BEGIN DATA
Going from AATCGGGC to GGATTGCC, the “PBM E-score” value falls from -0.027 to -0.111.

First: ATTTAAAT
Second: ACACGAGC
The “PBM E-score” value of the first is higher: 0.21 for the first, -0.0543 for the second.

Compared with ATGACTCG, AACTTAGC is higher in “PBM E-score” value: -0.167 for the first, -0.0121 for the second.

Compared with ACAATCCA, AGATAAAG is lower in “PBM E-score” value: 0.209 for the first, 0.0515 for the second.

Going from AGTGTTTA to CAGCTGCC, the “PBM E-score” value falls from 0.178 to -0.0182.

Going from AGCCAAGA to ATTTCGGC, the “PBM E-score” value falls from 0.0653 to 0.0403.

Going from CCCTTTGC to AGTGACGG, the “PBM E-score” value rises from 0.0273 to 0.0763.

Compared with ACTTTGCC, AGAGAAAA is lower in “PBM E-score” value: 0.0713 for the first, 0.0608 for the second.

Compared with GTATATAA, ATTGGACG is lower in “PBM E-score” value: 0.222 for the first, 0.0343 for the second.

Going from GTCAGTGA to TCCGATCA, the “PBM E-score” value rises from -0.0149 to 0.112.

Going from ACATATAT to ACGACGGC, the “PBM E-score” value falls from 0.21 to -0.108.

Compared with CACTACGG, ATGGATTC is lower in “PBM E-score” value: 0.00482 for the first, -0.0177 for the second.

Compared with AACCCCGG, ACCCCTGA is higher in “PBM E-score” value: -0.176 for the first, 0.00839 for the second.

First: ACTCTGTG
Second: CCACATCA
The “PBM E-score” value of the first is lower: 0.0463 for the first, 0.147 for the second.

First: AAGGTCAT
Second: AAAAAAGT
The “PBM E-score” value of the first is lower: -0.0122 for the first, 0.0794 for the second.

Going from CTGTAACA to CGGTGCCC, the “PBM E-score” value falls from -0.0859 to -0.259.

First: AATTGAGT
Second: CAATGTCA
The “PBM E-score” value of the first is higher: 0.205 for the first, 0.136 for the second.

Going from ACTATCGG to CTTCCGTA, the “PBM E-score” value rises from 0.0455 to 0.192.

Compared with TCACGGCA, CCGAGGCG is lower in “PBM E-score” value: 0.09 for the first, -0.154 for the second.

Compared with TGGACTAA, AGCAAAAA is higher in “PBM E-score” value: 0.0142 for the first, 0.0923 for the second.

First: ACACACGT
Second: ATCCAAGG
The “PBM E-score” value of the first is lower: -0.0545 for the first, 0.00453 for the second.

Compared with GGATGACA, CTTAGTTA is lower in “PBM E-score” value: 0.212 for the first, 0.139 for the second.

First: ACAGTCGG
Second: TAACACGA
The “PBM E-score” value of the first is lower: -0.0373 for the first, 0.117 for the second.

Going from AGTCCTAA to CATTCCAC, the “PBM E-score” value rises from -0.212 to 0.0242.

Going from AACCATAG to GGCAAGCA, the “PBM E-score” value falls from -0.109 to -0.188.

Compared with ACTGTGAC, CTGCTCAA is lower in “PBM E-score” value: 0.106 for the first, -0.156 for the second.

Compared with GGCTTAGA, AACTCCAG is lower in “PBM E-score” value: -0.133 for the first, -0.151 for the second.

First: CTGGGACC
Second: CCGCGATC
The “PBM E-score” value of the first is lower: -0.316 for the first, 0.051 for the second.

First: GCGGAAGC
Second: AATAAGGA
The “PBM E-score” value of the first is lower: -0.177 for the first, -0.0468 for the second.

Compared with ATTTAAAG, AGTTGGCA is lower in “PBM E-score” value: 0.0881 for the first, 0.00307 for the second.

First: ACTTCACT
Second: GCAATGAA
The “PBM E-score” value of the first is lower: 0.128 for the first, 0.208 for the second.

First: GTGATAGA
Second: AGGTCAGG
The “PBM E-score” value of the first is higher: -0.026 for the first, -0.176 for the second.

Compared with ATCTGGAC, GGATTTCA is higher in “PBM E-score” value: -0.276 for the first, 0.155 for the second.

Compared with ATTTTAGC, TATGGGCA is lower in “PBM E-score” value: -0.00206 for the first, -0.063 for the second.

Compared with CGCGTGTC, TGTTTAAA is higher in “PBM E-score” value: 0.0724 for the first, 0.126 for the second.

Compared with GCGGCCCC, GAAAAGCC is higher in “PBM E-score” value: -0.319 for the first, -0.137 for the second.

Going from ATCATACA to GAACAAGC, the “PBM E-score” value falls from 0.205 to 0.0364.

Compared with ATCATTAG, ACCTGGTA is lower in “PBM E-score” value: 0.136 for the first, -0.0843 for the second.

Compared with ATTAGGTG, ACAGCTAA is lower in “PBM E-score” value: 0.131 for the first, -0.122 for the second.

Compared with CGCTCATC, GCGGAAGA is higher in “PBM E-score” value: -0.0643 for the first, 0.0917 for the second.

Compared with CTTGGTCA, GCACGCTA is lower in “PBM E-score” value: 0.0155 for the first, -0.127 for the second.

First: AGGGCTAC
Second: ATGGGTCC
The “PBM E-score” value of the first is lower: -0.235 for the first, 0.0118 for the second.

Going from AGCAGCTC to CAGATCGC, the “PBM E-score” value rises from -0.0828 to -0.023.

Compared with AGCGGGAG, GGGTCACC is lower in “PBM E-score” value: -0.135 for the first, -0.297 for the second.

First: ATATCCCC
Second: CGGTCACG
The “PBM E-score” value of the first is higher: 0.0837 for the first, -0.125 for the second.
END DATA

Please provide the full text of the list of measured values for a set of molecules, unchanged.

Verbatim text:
Going from AATCGGGC to GGATTGCC, the “PBM E-score” value falls from -0.027 to -0.111.

First: ATTTAAAT
Second: ACACGAGC
The “PBM E-score” value of the first is higher: 0.21 for the first, -0.0543 for the second.

Compared with ATGACTCG, AACTTAGC is higher in “PBM E-score” value: -0.167 for the first, -0.0121 for the second.

Compared with ACAATCCA, AGATAAAG is lower in “PBM E-score” value: 0.209 for the first, 0.0515 for the second.

Going from AGTGTTTA to CAGCTGCC, the “PBM E-score” value falls from 0.178 to -0.0182.

Going from AGCCAAGA to ATTTCGGC, the “PBM E-score” value falls from 0.0653 to 0.0403.

Going from CCCTTTGC to AGTGACGG, the “PBM E-score” value rises from 0.0273 to 0.0763.

Compared with ACTTTGCC, AGAGAAAA is lower in “PBM E-score” value: 0.0713 for the first, 0.0608 for the second.

Compared with GTATATAA, ATTGGACG is lower in “PBM E-score” value: 0.222 for the first, 0.0343 for the second.

Going from GTCAGTGA to TCCGATCA, the “PBM E-score” value rises from -0.0149 to 0.112.

Going from ACATATAT to ACGACGGC, the “PBM E-score” value falls from 0.21 to -0.108.

Compared with CACTACGG, ATGGATTC is lower in “PBM E-score” value: 0.00482 for the first, -0.0177 for the second.

Compared with AACCCCGG, ACCCCTGA is higher in “PBM E-score” value: -0.176 for the first, 0.00839 for the second.

First: ACTCTGTG
Second: CCACATCA
The “PBM E-score” value of the first is lower: 0.0463 for the first, 0.147 for the second.

First: AAGGTCAT
Second: AAAAAAGT
The “PBM E-score” value of the first is lower: -0.0122 for the first, 0.0794 for the second.

Going from CTGTAACA to CGGTGCCC, the “PBM E-score” value falls from -0.0859 to -0.259.

First: AATTGAGT
Second: CAATGTCA
The “PBM E-score” value of the first is higher: 0.205 for the first, 0.136 for the second.

Going from ACTATCGG to CTTCCGTA, the “PBM E-score” value rises from 0.0455 to 0.192.

Compared with TCACGGCA, CCGAGGCG is lower in “PBM E-score” value: 0.09 for the first, -0.154 for the second.

Compared with TGGACTAA, AGCAAAAA is higher in “PBM E-score” value: 0.0142 for the first, 0.0923 for the second.

First: ACACACGT
Second: ATCCAAGG
The “PBM E-score” value of the first is lower: -0.0545 for the first, 0.00453 for the second.

Compared with GGATGACA, CTTAGTTA is lower in “PBM E-score” value: 0.212 for the first, 0.139 for the second.

First: ACAGTCGG
Second: TAACACGA
The “PBM E-score” value of the first is lower: -0.0373 for the first, 0.117 for the second.

Going from AGTCCTAA to CATTCCAC, the “PBM E-score” value rises from -0.212 to 0.0242.

Going from AACCATAG to GGCAAGCA, the “PBM E-score” value falls from -0.109 to -0.188.

Compared with ACTGTGAC, CTGCTCAA is lower in “PBM E-score” value: 0.106 for the first, -0.156 for the second.

Compared with GGCTTAGA, AACTCCAG is lower in “PBM E-score” value: -0.133 for the first, -0.151 for the second.

First: CTGGGACC
Second: CCGCGATC
The “PBM E-score” value of the first is lower: -0.316 for the first, 0.051 for the second.

First: GCGGAAGC
Second: AATAAGGA
The “PBM E-score” value of the first is lower: -0.177 for the first, -0.0468 for the second.

Compared with ATTTAAAG, AGTTGGCA is lower in “PBM E-score” value: 0.0881 for the first, 0.00307 for the second.

First: ACTTCACT
Second: GCAATGAA
The “PBM E-score” value of the first is lower: 0.128 for the first, 0.208 for the second.

First: GTGATAGA
Second: AGGTCAGG
The “PBM E-score” value of the first is higher: -0.026 for the first, -0.176 for the second.

Compared with ATCTGGAC, GGATTTCA is higher in “PBM E-score” value: -0.276 for the first, 0.155 for the second.

Compared with ATTTTAGC, TATGGGCA is lower in “PBM E-score” value: -0.00206 for the first, -0.063 for the second.

Compared with CGCGTGTC, TGTTTAAA is higher in “PBM E-score” value: 0.0724 for the first, 0.126 for the second.

Compared with GCGGCCCC, GAAAAGCC is higher in “PBM E-score” value: -0.319 for the first, -0.137 for the second.

Going from ATCATACA to GAACAAGC, the “PBM E-score” value falls from 0.205 to 0.0364.

Compared with ATCATTAG, ACCTGGTA is lower in “PBM E-score” value: 0.136 for the first, -0.0843 for the second.

Compared with ATTAGGTG, ACAGCTAA is lower in “PBM E-score” value: 0.131 for the first, -0.122 for the second.

Compared with CGCTCATC, GCGGAAGA is higher in “PBM E-score” value: -0.0643 for the first, 0.0917 for the second.

Compared with CTTGGTCA, GCACGCTA is lower in “PBM E-score” value: 0.0155 for the first, -0.127 for the second.

First: AGGGCTAC
Second: ATGGGTCC
The “PBM E-score” value of the first is lower: -0.235 for the first, 0.0118 for the second.

Going from AGCAGCTC to CAGATCGC, the “PBM E-score” value rises from -0.0828 to -0.023.

Compared with AGCGGGAG, GGGTCACC is lower in “PBM E-score” value: -0.135 for the first, -0.297 for the second.

First: ATATCCCC
Second: CGGTCACG
The “PBM E-score” value of the first is higher: 0.0837 for the first, -0.125 for the second.